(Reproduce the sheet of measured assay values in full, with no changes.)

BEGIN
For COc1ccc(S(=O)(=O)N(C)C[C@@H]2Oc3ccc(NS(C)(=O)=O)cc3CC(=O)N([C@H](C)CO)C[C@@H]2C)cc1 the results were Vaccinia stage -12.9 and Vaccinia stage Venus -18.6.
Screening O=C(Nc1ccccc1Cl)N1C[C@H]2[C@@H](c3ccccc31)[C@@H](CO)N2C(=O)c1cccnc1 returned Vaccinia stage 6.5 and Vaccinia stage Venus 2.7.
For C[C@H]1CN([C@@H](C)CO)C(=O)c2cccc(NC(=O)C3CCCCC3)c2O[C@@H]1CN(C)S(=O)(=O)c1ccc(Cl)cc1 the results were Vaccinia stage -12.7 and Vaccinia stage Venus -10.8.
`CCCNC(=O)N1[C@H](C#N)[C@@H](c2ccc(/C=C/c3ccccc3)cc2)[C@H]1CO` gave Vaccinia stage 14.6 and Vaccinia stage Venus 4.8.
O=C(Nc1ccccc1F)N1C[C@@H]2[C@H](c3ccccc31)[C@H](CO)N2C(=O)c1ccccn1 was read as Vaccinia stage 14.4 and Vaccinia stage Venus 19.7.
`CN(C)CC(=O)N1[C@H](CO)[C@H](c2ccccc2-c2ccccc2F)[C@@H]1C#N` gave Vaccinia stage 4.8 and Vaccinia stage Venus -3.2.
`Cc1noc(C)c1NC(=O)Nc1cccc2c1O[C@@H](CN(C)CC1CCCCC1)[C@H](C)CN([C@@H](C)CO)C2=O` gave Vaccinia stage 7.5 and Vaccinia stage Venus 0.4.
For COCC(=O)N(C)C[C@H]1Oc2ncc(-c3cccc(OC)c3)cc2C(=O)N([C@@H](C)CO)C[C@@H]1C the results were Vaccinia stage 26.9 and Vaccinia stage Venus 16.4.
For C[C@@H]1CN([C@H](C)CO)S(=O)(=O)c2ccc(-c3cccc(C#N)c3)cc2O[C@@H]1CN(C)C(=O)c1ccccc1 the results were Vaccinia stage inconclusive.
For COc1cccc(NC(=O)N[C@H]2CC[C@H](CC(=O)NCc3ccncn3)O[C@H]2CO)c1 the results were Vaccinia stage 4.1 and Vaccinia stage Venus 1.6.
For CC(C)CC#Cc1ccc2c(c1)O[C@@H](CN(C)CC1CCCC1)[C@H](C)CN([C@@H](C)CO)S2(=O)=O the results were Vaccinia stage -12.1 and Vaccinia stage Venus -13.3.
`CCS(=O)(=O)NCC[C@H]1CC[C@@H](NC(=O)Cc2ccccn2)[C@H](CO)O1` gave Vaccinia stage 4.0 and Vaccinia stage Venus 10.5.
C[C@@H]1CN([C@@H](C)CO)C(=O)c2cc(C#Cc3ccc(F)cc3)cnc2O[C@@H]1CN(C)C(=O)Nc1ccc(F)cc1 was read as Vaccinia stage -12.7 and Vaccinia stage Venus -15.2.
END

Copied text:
For COc1ccc(S(=O)(=O)N(C)C[C@@H]2Oc3ccc(NS(C)(=O)=O)cc3CC(=O)N([C@H](C)CO)C[C@@H]2C)cc1 the results were Vaccinia stage -12.9 and Vaccinia stage Venus -18.6.
Screening O=C(Nc1ccccc1Cl)N1C[C@H]2[C@@H](c3ccccc31)[C@@H](CO)N2C(=O)c1cccnc1 returned Vaccinia stage 6.5 and Vaccinia stage Venus 2.7.
For C[C@H]1CN([C@@H](C)CO)C(=O)c2cccc(NC(=O)C3CCCCC3)c2O[C@@H]1CN(C)S(=O)(=O)c1ccc(Cl)cc1 the results were Vaccinia stage -12.7 and Vaccinia stage Venus -10.8.
`CCCNC(=O)N1[C@H](C#N)[C@@H](c2ccc(/C=C/c3ccccc3)cc2)[C@H]1CO` gave Vaccinia stage 14.6 and Vaccinia stage Venus 4.8.
O=C(Nc1ccccc1F)N1C[C@@H]2[C@H](c3ccccc31)[C@H](CO)N2C(=O)c1ccccn1 was read as Vaccinia stage 14.4 and Vaccinia stage Venus 19.7.
`CN(C)CC(=O)N1[C@H](CO)[C@H](c2ccccc2-c2ccccc2F)[C@@H]1C#N` gave Vaccinia stage 4.8 and Vaccinia stage Venus -3.2.
`Cc1noc(C)c1NC(=O)Nc1cccc2c1O[C@@H](CN(C)CC1CCCCC1)[C@H](C)CN([C@@H](C)CO)C2=O` gave Vaccinia stage 7.5 and Vaccinia stage Venus 0.4.
For COCC(=O)N(C)C[C@H]1Oc2ncc(-c3cccc(OC)c3)cc2C(=O)N([C@@H](C)CO)C[C@@H]1C the results were Vaccinia stage 26.9 and Vaccinia stage Venus 16.4.
For C[C@@H]1CN([C@H](C)CO)S(=O)(=O)c2ccc(-c3cccc(C#N)c3)cc2O[C@@H]1CN(C)C(=O)c1ccccc1 the results were Vaccinia stage inconclusive.
For COc1cccc(NC(=O)N[C@H]2CC[C@H](CC(=O)NCc3ccncn3)O[C@H]2CO)c1 the results were Vaccinia stage 4.1 and Vaccinia stage Venus 1.6.
For CC(C)CC#Cc1ccc2c(c1)O[C@@H](CN(C)CC1CCCC1)[C@H](C)CN([C@@H](C)CO)S2(=O)=O the results were Vaccinia stage -12.1 and Vaccinia stage Venus -13.3.
`CCS(=O)(=O)NCC[C@H]1CC[C@@H](NC(=O)Cc2ccccn2)[C@H](CO)O1` gave Vaccinia stage 4.0 and Vaccinia stage Venus 10.5.
C[C@@H]1CN([C@@H](C)CO)C(=O)c2cc(C#Cc3ccc(F)cc3)cnc2O[C@@H]1CN(C)C(=O)Nc1ccc(F)cc1 was read as Vaccinia stage -12.7 and Vaccinia stage Venus -15.2.